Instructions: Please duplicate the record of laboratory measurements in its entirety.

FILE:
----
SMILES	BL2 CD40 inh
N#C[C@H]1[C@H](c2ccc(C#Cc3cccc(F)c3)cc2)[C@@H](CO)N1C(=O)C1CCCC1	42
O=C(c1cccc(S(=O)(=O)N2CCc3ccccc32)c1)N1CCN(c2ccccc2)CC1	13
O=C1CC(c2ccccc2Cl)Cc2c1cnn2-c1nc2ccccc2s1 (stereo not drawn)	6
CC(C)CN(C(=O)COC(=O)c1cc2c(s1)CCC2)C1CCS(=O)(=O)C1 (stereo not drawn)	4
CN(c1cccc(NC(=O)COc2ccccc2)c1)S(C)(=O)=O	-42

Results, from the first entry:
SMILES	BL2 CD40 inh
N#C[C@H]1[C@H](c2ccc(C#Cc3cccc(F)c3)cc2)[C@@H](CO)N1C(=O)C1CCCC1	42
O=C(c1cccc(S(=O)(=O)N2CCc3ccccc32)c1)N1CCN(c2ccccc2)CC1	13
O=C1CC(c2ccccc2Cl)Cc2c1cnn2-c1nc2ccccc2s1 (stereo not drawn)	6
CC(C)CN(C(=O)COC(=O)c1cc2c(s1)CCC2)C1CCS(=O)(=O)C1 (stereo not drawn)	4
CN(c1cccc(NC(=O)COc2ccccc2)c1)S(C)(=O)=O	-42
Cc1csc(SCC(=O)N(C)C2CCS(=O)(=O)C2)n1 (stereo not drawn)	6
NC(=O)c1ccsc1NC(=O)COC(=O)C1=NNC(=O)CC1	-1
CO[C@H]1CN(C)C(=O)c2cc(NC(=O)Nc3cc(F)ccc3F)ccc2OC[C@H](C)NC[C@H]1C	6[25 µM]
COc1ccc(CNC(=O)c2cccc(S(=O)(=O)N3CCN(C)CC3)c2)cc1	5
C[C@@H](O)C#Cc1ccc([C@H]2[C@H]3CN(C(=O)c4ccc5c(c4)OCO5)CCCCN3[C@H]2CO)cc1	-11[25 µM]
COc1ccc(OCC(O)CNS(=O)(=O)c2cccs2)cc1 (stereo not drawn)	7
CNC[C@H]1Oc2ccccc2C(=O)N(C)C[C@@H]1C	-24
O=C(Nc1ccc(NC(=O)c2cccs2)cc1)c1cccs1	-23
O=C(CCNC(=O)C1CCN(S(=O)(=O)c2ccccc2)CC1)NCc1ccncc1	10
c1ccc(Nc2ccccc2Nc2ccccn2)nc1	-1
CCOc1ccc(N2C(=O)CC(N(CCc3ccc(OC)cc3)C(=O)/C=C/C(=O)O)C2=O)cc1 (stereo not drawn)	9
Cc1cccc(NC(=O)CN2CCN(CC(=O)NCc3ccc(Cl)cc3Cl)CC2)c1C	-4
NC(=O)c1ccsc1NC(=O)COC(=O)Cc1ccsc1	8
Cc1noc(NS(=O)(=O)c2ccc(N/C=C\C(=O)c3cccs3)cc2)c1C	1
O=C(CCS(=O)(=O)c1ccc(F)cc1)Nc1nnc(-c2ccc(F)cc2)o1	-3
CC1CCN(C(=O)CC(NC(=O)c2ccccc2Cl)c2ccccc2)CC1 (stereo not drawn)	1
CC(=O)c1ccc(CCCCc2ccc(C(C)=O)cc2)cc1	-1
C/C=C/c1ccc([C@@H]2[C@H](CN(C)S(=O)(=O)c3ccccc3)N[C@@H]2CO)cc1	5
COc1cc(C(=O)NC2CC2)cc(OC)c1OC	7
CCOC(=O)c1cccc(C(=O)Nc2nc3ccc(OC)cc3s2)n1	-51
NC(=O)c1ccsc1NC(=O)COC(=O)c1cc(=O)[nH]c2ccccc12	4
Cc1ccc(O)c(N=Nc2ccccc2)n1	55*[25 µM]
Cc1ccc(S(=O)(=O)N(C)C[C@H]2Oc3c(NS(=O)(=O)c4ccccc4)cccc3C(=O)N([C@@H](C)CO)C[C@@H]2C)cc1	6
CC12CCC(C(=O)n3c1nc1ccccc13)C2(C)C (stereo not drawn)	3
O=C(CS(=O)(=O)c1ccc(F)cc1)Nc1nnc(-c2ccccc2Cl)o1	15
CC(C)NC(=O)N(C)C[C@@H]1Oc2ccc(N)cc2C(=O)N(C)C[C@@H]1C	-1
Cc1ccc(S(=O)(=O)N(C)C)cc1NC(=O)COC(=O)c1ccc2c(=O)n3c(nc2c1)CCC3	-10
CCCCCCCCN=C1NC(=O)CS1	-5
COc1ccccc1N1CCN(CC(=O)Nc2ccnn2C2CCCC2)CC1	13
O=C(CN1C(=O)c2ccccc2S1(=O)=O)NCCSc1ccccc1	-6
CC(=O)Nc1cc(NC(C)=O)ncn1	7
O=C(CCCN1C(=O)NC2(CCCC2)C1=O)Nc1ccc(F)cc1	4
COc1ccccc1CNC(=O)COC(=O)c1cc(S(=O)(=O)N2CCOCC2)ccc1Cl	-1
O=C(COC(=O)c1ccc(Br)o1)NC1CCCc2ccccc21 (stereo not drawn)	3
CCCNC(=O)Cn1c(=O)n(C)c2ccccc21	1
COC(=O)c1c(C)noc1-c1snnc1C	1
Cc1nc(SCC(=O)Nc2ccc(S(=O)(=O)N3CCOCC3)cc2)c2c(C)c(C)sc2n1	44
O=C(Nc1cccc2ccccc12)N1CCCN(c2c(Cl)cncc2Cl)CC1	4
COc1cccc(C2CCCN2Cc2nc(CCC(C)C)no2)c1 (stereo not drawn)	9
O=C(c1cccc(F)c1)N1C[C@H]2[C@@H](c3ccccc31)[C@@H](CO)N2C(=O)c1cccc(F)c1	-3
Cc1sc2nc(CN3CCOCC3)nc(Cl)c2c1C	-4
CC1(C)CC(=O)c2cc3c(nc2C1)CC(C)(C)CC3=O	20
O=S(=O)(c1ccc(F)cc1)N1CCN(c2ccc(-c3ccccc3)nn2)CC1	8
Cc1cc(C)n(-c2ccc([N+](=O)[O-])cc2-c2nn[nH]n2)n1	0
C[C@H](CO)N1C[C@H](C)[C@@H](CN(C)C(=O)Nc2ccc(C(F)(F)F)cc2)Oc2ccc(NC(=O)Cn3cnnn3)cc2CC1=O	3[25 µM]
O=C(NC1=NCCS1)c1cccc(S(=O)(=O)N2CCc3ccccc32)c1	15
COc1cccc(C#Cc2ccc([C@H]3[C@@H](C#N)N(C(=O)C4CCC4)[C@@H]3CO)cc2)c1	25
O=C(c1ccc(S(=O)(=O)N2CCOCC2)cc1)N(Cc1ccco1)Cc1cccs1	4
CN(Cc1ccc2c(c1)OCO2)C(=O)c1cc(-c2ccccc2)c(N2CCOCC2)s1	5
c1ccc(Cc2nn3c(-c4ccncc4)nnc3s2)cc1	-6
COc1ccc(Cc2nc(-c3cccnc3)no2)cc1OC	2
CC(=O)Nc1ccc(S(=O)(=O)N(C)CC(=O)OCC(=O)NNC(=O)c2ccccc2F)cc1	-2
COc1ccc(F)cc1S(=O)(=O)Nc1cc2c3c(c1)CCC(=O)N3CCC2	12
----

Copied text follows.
SMILES	BL2 CD40 inh
N#C[C@H]1[C@H](c2ccc(C#Cc3cccc(F)c3)cc2)[C@@H](CO)N1C(=O)C1CCCC1	42
O=C(c1cccc(S(=O)(=O)N2CCc3ccccc32)c1)N1CCN(c2ccccc2)CC1	13
O=C1CC(c2ccccc2Cl)Cc2c1cnn2-c1nc2ccccc2s1 (stereo not drawn)	6
CC(C)CN(C(=O)COC(=O)c1cc2c(s1)CCC2)C1CCS(=O)(=O)C1 (stereo not drawn)	4
CN(c1cccc(NC(=O)COc2ccccc2)c1)S(C)(=O)=O	-42

Results, from the first entry:
SMILES	BL2 CD40 inh
N#C[C@H]1[C@H](c2ccc(C#Cc3cccc(F)c3)cc2)[C@@H](CO)N1C(=O)C1CCCC1	42
O=C(c1cccc(S(=O)(=O)N2CCc3ccccc32)c1)N1CCN(c2ccccc2)CC1	13
O=C1CC(c2ccccc2Cl)Cc2c1cnn2-c1nc2ccccc2s1 (stereo not drawn)	6
CC(C)CN(C(=O)COC(=O)c1cc2c(s1)CCC2)C1CCS(=O)(=O)C1 (stereo not drawn)	4
CN(c1cccc(NC(=O)COc2ccccc2)c1)S(C)(=O)=O	-42
Cc1csc(SCC(=O)N(C)C2CCS(=O)(=O)C2)n1 (stereo not drawn)	6
NC(=O)c1ccsc1NC(=O)COC(=O)C1=NNC(=O)CC1	-1
CO[C@H]1CN(C)C(=O)c2cc(NC(=O)Nc3cc(F)ccc3F)ccc2OC[C@H](C)NC[C@H]1C	6[25 µM]
COc1ccc(CNC(=O)c2cccc(S(=O)(=O)N3CCN(C)CC3)c2)cc1	5
C[C@@H](O)C#Cc1ccc([C@H]2[C@H]3CN(C(=O)c4ccc5c(c4)OCO5)CCCCN3[C@H]2CO)cc1	-11[25 µM]
COc1ccc(OCC(O)CNS(=O)(=O)c2cccs2)cc1 (stereo not drawn)	7
CNC[C@H]1Oc2ccccc2C(=O)N(C)C[C@@H]1C	-24
O=C(Nc1ccc(NC(=O)c2cccs2)cc1)c1cccs1	-23
O=C(CCNC(=O)C1CCN(S(=O)(=O)c2ccccc2)CC1)NCc1ccncc1	10
c1ccc(Nc2ccccc2Nc2ccccn2)nc1	-1
CCOc1ccc(N2C(=O)CC(N(CCc3ccc(OC)cc3)C(=O)/C=C/C(=O)O)C2=O)cc1 (stereo not drawn)	9
Cc1cccc(NC(=O)CN2CCN(CC(=O)NCc3ccc(Cl)cc3Cl)CC2)c1C	-4
NC(=O)c1ccsc1NC(=O)COC(=O)Cc1ccsc1	8
Cc1noc(NS(=O)(=O)c2ccc(N/C=C\C(=O)c3cccs3)cc2)c1C	1
O=C(CCS(=O)(=O)c1ccc(F)cc1)Nc1nnc(-c2ccc(F)cc2)o1	-3
CC1CCN(C(=O)CC(NC(=O)c2ccccc2Cl)c2ccccc2)CC1 (stereo not drawn)	1
CC(=O)c1ccc(CCCCc2ccc(C(C)=O)cc2)cc1	-1
C/C=C/c1ccc([C@@H]2[C@H](CN(C)S(=O)(=O)c3ccccc3)N[C@@H]2CO)cc1	5
COc1cc(C(=O)NC2CC2)cc(OC)c1OC	7
CCOC(=O)c1cccc(C(=O)Nc2nc3ccc(OC)cc3s2)n1	-51
NC(=O)c1ccsc1NC(=O)COC(=O)c1cc(=O)[nH]c2ccccc12	4
Cc1ccc(O)c(N=Nc2ccccc2)n1	55*[25 µM]
Cc1ccc(S(=O)(=O)N(C)C[C@H]2Oc3c(NS(=O)(=O)c4ccccc4)cccc3C(=O)N([C@@H](C)CO)C[C@@H]2C)cc1	6
CC12CCC(C(=O)n3c1nc1ccccc13)C2(C)C (stereo not drawn)	3
O=C(CS(=O)(=O)c1ccc(F)cc1)Nc1nnc(-c2ccccc2Cl)o1	15
CC(C)NC(=O)N(C)C[C@@H]1Oc2ccc(N)cc2C(=O)N(C)C[C@@H]1C	-1
Cc1ccc(S(=O)(=O)N(C)C)cc1NC(=O)COC(=O)c1ccc2c(=O)n3c(nc2c1)CCC3	-10
CCCCCCCCN=C1NC(=O)CS1	-5
COc1ccccc1N1CCN(CC(=O)Nc2ccnn2C2CCCC2)CC1	13
O=C(CN1C(=O)c2ccccc2S1(=O)=O)NCCSc1ccccc1	-6
CC(=O)Nc1cc(NC(C)=O)ncn1	7
O=C(CCCN1C(=O)NC2(CCCC2)C1=O)Nc1ccc(F)cc1	4
COc1ccccc1CNC(=O)COC(=O)c1cc(S(=O)(=O)N2CCOCC2)ccc1Cl	-1
O=C(COC(=O)c1ccc(Br)o1)NC1CCCc2ccccc21 (stereo not drawn)	3
CCCNC(=O)Cn1c(=O)n(C)c2ccccc21	1
COC(=O)c1c(C)noc1-c1snnc1C	1
Cc1nc(SCC(=O)Nc2ccc(S(=O)(=O)N3CCOCC3)cc2)c2c(C)c(C)sc2n1	44
O=C(Nc1cccc2ccccc12)N1CCCN(c2c(Cl)cncc2Cl)CC1	4
COc1cccc(C2CCCN2Cc2nc(CCC(C)C)no2)c1 (stereo not drawn)	9
O=C(c1cccc(F)c1)N1C[C@H]2[C@@H](c3ccccc31)[C@@H](CO)N2C(=O)c1cccc(F)c1	-3
Cc1sc2nc(CN3CCOCC3)nc(Cl)c2c1C	-4
CC1(C)CC(=O)c2cc3c(nc2C1)CC(C)(C)CC3=O	20
O=S(=O)(c1ccc(F)cc1)N1CCN(c2ccc(-c3ccccc3)nn2)CC1	8
Cc1cc(C)n(-c2ccc([N+](=O)[O-])cc2-c2nn[nH]n2)n1	0
C[C@H](CO)N1C[C@H](C)[C@@H](CN(C)C(=O)Nc2ccc(C(F)(F)F)cc2)Oc2ccc(NC(=O)Cn3cnnn3)cc2CC1=O	3[25 µM]
O=C(NC1=NCCS1)c1cccc(S(=O)(=O)N2CCc3ccccc32)c1	15
COc1cccc(C#Cc2ccc([C@H]3[C@@H](C#N)N(C(=O)C4CCC4)[C@@H]3CO)cc2)c1	25
O=C(c1ccc(S(=O)(=O)N2CCOCC2)cc1)N(Cc1ccco1)Cc1cccs1	4
CN(Cc1ccc2c(c1)OCO2)C(=O)c1cc(-c2ccccc2)c(N2CCOCC2)s1	5
c1ccc(Cc2nn3c(-c4ccncc4)nnc3s2)cc1	-6
COc1ccc(Cc2nc(-c3cccnc3)no2)cc1OC	2
CC(=O)Nc1ccc(S(=O)(=O)N(C)CC(=O)OCC(=O)NNC(=O)c2ccccc2F)cc1	-2
COc1ccc(F)cc1S(=O)(=O)Nc1cc2c3c(c1)CCC(=O)N3CCC2	12